Since there is one singular piece of this stretchy, mesh-like substance interweaving through muscles and organs from head to toe, distress in one area can affect movement and create symptoms elsewhere. This explains why stress from one area causes tension in another part of the body. As soon as there is dysfunction or pain in one area, the body adapts and compensates to keep the body upright and work without causing pain. As it does this the fascia will shorten or tighten in areas because the muscles cannot hold the extra tension alone. Posture changes to accommodate this. The body might be composed of different parts, but they are all connected through this mysterious web of fascia.
The Need for Myofascial Release
Our body reacts to pain of any kind by creating a protection response. This while initially is a good thing, over time can lead to increased pain, build-up of toxins and reduced blood flow and oxygen to the area. When we experience a slight amount of tissue damage - which can be due to a physical injury, a psychological one like depression or even something like an ulcer - pain signals are sent to the spinal cord which then triggers the muscles around the injury to contract in order to provide support and protection for the surrounding tissues. We call this area of contraction a “trigger point”.
This response, left unchecked, creates a vicious cycle of pain and diminished muscle efficiency as more blood flow is restricted to the contracted area. More signals are sent and more muscles tighten to protect the growing epicentre of pain. What may have started as something small has now caused a chain reaction through the muscle and myofascial network.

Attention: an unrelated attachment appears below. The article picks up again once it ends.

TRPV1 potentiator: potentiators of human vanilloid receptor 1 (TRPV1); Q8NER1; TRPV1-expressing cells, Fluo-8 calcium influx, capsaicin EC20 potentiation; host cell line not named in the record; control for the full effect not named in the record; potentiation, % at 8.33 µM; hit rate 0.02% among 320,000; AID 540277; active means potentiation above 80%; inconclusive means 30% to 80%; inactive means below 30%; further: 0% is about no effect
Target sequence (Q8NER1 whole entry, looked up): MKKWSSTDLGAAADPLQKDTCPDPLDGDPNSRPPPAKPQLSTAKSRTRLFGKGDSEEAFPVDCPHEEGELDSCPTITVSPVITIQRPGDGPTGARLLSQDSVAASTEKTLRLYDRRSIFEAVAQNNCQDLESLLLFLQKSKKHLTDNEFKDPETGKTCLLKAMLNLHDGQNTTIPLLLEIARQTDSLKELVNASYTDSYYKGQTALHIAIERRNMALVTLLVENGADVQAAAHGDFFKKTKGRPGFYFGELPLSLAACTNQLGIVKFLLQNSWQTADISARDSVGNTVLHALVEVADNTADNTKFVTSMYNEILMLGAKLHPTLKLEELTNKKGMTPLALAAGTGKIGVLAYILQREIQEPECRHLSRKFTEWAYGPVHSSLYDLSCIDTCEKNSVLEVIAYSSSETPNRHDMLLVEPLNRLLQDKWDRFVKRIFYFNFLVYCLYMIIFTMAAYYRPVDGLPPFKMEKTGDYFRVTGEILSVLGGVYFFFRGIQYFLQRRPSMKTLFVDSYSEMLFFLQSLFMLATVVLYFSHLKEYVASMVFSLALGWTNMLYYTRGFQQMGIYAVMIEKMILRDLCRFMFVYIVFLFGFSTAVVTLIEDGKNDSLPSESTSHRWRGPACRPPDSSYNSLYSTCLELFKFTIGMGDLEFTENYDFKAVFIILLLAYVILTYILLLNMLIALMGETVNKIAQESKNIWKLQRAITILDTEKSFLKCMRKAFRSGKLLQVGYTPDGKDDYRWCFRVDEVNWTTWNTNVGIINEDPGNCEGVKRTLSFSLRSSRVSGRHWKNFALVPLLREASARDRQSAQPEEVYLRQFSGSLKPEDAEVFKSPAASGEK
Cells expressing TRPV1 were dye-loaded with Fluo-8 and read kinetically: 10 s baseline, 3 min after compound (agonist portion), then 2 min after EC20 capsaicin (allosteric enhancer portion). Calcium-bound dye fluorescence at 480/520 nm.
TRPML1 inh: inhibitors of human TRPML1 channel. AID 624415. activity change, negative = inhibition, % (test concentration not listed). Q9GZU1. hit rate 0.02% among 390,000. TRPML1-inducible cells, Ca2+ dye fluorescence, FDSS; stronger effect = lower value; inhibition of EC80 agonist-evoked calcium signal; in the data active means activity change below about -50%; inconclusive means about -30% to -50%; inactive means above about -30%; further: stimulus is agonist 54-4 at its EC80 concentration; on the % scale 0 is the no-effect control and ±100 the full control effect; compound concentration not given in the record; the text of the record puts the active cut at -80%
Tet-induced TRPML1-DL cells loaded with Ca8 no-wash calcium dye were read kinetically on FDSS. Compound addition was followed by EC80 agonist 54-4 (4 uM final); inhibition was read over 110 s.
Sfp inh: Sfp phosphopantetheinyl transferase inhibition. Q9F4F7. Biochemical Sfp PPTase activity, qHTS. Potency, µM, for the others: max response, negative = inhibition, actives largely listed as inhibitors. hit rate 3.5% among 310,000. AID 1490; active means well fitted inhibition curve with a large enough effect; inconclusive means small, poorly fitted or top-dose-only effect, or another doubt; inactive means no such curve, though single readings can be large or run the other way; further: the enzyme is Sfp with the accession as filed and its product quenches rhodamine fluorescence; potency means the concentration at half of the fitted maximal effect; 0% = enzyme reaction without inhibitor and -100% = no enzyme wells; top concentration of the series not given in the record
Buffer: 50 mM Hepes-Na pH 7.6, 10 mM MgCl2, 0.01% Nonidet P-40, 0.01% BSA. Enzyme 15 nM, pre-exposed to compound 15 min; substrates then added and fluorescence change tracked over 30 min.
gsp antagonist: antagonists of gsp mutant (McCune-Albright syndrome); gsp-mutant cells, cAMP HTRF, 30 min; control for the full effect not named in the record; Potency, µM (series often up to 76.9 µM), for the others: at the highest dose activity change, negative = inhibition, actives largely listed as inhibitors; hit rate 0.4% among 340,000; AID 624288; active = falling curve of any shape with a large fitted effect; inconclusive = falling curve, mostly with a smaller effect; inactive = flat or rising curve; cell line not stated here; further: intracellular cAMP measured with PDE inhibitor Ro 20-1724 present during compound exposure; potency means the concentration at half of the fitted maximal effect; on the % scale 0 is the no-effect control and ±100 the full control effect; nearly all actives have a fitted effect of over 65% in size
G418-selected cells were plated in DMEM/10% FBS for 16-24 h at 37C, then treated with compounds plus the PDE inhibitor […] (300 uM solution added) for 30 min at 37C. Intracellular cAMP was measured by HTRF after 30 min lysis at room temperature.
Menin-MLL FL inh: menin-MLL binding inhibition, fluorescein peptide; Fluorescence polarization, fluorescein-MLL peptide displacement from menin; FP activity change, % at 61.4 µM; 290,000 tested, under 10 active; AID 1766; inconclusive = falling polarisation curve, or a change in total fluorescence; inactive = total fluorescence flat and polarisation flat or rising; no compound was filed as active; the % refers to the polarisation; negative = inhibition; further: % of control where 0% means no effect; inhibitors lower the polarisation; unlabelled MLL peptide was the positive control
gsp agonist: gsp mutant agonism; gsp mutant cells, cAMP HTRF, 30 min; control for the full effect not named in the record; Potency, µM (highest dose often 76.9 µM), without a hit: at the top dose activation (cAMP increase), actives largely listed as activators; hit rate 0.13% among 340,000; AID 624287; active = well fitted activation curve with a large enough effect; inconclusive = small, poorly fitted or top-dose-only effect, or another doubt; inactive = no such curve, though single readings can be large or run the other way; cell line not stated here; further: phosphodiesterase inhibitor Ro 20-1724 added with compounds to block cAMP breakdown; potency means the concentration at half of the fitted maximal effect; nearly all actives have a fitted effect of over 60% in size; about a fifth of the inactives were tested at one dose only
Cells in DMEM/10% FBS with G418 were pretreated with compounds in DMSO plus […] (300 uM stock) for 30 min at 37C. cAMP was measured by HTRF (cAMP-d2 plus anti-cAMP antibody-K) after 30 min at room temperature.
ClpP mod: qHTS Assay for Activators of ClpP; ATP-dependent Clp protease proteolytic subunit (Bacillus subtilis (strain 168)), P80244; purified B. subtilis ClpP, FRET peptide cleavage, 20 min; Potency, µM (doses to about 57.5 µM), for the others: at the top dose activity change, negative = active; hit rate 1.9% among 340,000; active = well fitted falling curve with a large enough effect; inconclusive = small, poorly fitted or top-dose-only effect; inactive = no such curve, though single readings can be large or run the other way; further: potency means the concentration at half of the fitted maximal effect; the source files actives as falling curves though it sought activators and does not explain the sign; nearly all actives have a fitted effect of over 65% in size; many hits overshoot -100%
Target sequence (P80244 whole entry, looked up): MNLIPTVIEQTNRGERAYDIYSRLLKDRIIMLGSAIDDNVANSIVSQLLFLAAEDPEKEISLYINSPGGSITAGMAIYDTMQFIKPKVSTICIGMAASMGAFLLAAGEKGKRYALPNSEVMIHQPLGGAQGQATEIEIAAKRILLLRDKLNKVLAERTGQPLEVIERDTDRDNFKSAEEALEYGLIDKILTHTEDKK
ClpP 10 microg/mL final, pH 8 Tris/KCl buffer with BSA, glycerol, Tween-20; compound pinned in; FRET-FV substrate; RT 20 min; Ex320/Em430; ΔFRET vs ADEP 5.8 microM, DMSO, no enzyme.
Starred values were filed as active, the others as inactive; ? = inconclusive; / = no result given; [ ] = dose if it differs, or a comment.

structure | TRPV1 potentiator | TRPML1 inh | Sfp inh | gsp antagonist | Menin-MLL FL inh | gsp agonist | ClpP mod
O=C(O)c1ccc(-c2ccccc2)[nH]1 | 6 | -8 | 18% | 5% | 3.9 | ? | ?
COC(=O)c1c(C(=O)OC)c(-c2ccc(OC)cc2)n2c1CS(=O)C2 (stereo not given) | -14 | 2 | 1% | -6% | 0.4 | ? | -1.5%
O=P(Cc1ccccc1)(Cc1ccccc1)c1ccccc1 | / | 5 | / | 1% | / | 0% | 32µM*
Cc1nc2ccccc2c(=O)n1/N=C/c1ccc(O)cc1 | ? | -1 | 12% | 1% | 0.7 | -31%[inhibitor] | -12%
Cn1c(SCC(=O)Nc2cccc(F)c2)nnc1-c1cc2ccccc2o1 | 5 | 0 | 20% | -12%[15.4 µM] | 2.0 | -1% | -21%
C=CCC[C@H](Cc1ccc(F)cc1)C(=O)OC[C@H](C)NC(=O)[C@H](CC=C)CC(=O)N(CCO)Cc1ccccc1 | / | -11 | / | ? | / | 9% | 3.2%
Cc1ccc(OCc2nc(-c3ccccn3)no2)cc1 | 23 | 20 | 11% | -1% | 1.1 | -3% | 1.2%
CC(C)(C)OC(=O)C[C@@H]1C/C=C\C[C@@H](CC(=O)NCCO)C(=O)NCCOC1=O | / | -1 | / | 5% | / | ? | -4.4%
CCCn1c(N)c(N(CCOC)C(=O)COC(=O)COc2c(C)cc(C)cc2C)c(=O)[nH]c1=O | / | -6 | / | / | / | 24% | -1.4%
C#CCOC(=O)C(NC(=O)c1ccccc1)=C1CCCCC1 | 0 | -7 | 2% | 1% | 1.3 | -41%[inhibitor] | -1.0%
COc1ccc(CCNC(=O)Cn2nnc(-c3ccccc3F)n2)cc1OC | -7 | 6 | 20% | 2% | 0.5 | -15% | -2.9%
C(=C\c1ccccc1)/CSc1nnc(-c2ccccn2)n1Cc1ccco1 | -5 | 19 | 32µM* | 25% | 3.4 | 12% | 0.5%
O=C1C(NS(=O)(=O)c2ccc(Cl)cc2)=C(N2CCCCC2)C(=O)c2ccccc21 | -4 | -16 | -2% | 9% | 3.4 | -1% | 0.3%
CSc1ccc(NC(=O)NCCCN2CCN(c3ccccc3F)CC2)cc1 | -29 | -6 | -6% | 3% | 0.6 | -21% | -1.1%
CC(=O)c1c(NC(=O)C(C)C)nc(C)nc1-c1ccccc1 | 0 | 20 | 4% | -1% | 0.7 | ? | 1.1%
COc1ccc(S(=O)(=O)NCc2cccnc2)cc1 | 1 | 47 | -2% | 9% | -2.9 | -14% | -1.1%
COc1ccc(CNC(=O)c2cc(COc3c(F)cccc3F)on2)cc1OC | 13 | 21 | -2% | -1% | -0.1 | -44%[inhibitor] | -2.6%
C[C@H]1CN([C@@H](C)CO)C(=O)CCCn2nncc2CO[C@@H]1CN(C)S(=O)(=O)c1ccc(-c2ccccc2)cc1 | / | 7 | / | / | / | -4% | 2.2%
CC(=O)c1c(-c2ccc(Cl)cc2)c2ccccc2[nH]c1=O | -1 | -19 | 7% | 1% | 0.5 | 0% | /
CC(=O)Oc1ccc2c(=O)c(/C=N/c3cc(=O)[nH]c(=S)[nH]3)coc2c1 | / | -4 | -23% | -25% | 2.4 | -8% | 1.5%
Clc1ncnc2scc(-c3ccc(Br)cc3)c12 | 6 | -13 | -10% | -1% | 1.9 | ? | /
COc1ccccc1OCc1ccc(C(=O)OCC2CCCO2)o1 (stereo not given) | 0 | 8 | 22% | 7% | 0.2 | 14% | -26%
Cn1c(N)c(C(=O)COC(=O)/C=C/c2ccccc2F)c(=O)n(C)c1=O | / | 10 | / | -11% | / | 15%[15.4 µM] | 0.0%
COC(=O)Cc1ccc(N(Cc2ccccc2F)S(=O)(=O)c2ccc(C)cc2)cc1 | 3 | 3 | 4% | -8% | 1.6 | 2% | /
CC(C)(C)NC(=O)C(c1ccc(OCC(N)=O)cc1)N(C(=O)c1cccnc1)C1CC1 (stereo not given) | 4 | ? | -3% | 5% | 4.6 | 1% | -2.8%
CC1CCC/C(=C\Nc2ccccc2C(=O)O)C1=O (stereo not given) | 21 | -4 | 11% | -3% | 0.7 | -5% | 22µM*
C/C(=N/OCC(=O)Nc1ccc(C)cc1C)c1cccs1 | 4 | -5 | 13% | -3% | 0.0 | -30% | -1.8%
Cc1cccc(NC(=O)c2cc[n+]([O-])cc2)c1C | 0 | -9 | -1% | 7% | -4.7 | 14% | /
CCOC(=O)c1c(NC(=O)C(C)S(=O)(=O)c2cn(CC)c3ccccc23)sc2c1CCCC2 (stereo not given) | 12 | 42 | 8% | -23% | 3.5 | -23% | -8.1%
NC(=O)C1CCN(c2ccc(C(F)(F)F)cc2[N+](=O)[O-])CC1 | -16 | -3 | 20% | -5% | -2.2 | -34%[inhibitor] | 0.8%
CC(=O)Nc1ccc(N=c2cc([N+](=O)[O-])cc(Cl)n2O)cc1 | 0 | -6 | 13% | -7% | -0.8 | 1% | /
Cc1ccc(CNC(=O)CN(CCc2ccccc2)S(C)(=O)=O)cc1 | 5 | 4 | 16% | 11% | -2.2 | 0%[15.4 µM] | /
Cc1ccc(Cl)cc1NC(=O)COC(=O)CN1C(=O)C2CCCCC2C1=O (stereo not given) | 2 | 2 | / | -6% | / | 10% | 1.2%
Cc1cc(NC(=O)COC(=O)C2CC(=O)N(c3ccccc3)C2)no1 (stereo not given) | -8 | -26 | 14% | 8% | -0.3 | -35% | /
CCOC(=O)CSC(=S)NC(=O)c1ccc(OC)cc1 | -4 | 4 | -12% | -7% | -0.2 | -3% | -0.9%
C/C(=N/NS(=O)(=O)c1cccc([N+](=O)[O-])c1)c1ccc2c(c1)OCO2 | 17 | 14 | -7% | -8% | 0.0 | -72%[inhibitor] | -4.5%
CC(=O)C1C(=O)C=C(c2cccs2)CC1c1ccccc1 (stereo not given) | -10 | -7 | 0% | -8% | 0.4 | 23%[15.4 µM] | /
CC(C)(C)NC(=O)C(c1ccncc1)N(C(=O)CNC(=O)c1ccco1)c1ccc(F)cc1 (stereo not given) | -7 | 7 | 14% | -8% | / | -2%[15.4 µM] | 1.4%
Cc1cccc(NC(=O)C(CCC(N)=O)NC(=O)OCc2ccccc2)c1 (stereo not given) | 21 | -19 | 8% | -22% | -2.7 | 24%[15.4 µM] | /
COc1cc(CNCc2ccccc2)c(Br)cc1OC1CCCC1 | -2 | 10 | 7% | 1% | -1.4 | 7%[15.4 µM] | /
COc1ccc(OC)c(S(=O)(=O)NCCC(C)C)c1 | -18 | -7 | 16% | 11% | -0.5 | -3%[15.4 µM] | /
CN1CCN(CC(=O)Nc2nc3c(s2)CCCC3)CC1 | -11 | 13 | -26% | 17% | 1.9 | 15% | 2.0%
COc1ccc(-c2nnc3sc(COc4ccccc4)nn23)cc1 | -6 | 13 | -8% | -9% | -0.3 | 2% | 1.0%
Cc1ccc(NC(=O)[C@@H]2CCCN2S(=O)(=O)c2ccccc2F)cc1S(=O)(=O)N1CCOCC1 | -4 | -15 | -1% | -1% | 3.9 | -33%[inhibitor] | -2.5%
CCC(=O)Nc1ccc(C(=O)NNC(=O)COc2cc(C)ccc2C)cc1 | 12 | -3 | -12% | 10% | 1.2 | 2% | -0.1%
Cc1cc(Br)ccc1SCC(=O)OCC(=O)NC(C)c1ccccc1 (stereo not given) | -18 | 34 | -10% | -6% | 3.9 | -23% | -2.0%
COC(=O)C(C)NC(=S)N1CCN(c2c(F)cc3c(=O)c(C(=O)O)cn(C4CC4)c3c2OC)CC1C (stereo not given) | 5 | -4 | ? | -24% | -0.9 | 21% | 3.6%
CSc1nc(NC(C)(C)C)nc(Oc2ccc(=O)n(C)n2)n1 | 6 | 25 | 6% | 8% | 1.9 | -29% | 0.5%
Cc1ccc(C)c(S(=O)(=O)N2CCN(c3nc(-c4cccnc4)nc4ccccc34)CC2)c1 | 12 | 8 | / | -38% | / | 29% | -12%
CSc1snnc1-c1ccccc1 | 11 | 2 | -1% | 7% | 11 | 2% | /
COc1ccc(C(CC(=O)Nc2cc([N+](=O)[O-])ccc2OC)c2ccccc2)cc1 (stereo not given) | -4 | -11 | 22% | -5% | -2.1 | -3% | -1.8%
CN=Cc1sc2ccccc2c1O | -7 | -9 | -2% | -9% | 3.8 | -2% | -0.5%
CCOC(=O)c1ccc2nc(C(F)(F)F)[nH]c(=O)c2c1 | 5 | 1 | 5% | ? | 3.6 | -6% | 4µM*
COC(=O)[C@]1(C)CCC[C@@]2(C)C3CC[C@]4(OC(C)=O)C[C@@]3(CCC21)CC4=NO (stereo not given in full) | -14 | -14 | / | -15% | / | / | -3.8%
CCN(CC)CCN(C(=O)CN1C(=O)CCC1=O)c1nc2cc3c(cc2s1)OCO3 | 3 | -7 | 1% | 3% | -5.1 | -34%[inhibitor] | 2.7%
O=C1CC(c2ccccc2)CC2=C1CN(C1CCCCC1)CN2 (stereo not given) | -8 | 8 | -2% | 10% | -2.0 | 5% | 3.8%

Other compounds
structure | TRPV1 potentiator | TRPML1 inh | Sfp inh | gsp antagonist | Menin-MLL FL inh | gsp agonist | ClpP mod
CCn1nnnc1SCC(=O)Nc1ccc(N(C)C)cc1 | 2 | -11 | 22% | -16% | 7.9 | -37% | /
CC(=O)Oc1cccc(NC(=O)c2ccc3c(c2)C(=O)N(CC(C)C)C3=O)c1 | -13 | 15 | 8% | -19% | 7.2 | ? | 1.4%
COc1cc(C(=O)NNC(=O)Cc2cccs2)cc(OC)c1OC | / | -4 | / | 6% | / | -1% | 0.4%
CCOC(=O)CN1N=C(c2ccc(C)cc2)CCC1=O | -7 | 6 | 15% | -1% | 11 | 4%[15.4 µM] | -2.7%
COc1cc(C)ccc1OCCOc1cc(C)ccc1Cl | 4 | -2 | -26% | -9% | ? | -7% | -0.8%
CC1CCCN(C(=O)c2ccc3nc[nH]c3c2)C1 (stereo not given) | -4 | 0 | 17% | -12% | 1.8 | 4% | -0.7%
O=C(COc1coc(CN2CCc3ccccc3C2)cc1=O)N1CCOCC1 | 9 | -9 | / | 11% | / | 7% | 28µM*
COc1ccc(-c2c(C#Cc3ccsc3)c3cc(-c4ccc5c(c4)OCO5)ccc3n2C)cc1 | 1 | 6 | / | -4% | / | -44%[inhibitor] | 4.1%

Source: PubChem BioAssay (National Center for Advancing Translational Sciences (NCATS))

SMR techniques are designed to go in and smooth out those hard knots, returning the fascia to its normal fluid and adaptable self. Gentle, sustained pressure applied to points of restriction (trigger points) allows the connective tissue to release. It is theorized that by breaking up these restrictions, the muscle fibers are positioned in a better natural alignment, allowing the gliding surface of the fascia to move freely.
You’ll want to add SMR Massaging Techniques to your training for the following reasons:
- Improved mobility and range of motion
- Reduction of scar tissue and adhesions
- Decreased tone of overactive muscles
- Improved quality of movement
- Plugs the treatment gap between hands-on massages and deep tissue massage
Plyopic Massage Balls are the perfect SMR solution to untangle those knots, smooth out your fascia and get rid of aching muscles quickly whenever or wherever you need them.
Using Plyopic Massage Balls – General Advice